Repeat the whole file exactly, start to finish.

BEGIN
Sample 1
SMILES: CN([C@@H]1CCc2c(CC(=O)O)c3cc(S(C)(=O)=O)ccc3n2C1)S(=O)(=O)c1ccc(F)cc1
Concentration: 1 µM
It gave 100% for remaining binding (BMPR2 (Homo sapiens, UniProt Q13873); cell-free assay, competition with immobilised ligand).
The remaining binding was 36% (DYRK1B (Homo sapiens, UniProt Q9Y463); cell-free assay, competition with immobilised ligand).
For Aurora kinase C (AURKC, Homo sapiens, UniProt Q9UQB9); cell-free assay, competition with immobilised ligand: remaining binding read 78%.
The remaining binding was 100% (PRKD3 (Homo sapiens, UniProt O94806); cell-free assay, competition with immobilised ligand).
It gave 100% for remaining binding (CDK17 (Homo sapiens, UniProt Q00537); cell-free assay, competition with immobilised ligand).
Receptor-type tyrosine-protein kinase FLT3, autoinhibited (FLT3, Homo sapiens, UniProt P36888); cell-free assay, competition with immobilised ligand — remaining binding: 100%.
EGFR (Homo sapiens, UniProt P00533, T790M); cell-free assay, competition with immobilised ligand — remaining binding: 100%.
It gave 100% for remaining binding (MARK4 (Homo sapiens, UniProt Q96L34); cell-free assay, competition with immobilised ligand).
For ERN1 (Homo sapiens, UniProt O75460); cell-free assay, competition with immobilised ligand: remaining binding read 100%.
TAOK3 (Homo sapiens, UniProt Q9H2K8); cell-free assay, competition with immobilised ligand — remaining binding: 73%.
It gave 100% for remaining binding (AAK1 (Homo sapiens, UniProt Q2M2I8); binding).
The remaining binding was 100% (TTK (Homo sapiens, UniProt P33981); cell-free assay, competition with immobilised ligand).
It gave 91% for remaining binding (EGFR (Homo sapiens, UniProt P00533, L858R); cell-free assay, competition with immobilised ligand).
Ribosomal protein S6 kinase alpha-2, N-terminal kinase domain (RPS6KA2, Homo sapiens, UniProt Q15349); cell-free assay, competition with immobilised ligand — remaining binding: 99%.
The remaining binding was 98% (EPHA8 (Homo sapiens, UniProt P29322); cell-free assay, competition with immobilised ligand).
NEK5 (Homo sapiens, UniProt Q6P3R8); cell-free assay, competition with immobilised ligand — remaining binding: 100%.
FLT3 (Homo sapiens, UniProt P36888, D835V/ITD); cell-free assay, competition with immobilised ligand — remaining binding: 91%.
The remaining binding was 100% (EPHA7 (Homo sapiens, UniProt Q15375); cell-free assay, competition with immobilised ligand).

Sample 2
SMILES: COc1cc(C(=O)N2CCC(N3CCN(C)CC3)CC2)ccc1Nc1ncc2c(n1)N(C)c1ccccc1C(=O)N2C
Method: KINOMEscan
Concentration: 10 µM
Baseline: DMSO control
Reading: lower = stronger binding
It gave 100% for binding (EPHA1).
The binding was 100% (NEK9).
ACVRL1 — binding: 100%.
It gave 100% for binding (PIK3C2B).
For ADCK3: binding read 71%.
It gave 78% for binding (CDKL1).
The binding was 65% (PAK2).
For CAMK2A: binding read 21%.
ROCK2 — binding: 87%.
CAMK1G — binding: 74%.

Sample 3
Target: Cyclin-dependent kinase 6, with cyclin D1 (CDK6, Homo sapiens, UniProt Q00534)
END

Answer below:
Sample 1
SMILES: CN([C@@H]1CCc2c(CC(=O)O)c3cc(S(C)(=O)=O)ccc3n2C1)S(=O)(=O)c1ccc(F)cc1
Concentration: 1 µM
It gave 100% for remaining binding (BMPR2 (Homo sapiens, UniProt Q13873); cell-free assay, competition with immobilised ligand).
The remaining binding was 36% (DYRK1B (Homo sapiens, UniProt Q9Y463); cell-free assay, competition with immobilised ligand).
For Aurora kinase C (AURKC, Homo sapiens, UniProt Q9UQB9); cell-free assay, competition with immobilised ligand: remaining binding read 78%.
The remaining binding was 100% (PRKD3 (Homo sapiens, UniProt O94806); cell-free assay, competition with immobilised ligand).
It gave 100% for remaining binding (CDK17 (Homo sapiens, UniProt Q00537); cell-free assay, competition with immobilised ligand).
Receptor-type tyrosine-protein kinase FLT3, autoinhibited (FLT3, Homo sapiens, UniProt P36888); cell-free assay, competition with immobilised ligand — remaining binding: 100%.
EGFR (Homo sapiens, UniProt P00533, T790M); cell-free assay, competition with immobilised ligand — remaining binding: 100%.
It gave 100% for remaining binding (MARK4 (Homo sapiens, UniProt Q96L34); cell-free assay, competition with immobilised ligand).
For ERN1 (Homo sapiens, UniProt O75460); cell-free assay, competition with immobilised ligand: remaining binding read 100%.
TAOK3 (Homo sapiens, UniProt Q9H2K8); cell-free assay, competition with immobilised ligand — remaining binding: 73%.
It gave 100% for remaining binding (AAK1 (Homo sapiens, UniProt Q2M2I8); binding).
The remaining binding was 100% (TTK (Homo sapiens, UniProt P33981); cell-free assay, competition with immobilised ligand).
It gave 91% for remaining binding (EGFR (Homo sapiens, UniProt P00533, L858R); cell-free assay, competition with immobilised ligand).
Ribosomal protein S6 kinase alpha-2, N-terminal kinase domain (RPS6KA2, Homo sapiens, UniProt Q15349); cell-free assay, competition with immobilised ligand — remaining binding: 99%.
The remaining binding was 98% (EPHA8 (Homo sapiens, UniProt P29322); cell-free assay, competition with immobilised ligand).
NEK5 (Homo sapiens, UniProt Q6P3R8); cell-free assay, competition with immobilised ligand — remaining binding: 100%.
FLT3 (Homo sapiens, UniProt P36888, D835V/ITD); cell-free assay, competition with immobilised ligand — remaining binding: 91%.
The remaining binding was 100% (EPHA7 (Homo sapiens, UniProt Q15375); cell-free assay, competition with immobilised ligand).

Sample 2
SMILES: COc1cc(C(=O)N2CCC(N3CCN(C)CC3)CC2)ccc1Nc1ncc2c(n1)N(C)c1ccccc1C(=O)N2C
Method: KINOMEscan
Concentration: 10 µM
Baseline: DMSO control
Reading: lower = stronger binding
It gave 100% for binding (EPHA1).
The binding was 100% (NEK9).
ACVRL1 — binding: 100%.
It gave 100% for binding (PIK3C2B).
For ADCK3: binding read 71%.
It gave 78% for binding (CDKL1).
The binding was 65% (PAK2).
For CAMK2A: binding read 21%.
ROCK2 — binding: 87%.
CAMK1G — binding: 74%.

Sample 3
Target: Cyclin-dependent kinase 6, with cyclin D1 (CDK6, Homo sapiens, UniProt Q00534)